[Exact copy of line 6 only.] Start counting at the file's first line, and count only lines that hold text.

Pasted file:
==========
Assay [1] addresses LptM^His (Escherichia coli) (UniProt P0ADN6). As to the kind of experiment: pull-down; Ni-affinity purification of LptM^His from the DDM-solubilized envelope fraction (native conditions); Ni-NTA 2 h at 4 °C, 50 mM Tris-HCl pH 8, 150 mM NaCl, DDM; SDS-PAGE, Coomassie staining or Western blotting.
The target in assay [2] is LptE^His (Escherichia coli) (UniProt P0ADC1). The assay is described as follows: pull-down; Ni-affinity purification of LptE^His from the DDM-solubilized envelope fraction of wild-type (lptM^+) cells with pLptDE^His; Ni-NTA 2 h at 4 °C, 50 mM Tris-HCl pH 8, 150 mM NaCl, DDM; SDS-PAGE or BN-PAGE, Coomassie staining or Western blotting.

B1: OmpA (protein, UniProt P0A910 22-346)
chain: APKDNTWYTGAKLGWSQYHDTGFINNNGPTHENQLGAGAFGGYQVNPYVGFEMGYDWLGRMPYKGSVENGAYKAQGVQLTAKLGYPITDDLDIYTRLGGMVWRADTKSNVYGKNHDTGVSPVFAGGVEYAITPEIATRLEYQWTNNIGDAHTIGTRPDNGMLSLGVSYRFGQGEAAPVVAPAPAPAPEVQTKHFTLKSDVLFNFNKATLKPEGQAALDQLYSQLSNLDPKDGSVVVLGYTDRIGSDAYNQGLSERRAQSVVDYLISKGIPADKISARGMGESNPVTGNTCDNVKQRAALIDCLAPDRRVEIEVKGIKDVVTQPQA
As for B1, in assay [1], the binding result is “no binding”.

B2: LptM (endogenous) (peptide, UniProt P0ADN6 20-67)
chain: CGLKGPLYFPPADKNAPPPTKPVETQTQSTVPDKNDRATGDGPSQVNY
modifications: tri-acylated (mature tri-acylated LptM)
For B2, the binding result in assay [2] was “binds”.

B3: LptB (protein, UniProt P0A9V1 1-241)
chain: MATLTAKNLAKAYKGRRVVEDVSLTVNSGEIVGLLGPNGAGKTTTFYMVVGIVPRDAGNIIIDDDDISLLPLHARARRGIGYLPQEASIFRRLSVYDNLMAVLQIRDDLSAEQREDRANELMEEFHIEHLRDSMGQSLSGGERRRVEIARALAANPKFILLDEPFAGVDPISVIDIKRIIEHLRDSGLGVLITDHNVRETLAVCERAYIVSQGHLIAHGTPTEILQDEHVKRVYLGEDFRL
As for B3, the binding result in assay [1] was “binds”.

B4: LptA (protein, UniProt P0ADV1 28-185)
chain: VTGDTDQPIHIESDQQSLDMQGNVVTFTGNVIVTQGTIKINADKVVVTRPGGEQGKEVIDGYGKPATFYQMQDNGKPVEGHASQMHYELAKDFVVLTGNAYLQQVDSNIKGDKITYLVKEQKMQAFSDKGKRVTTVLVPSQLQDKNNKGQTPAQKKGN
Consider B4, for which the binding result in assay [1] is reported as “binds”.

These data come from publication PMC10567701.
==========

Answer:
B2: LptM (endogenous) (peptide, UniProt P0ADN6 20-67)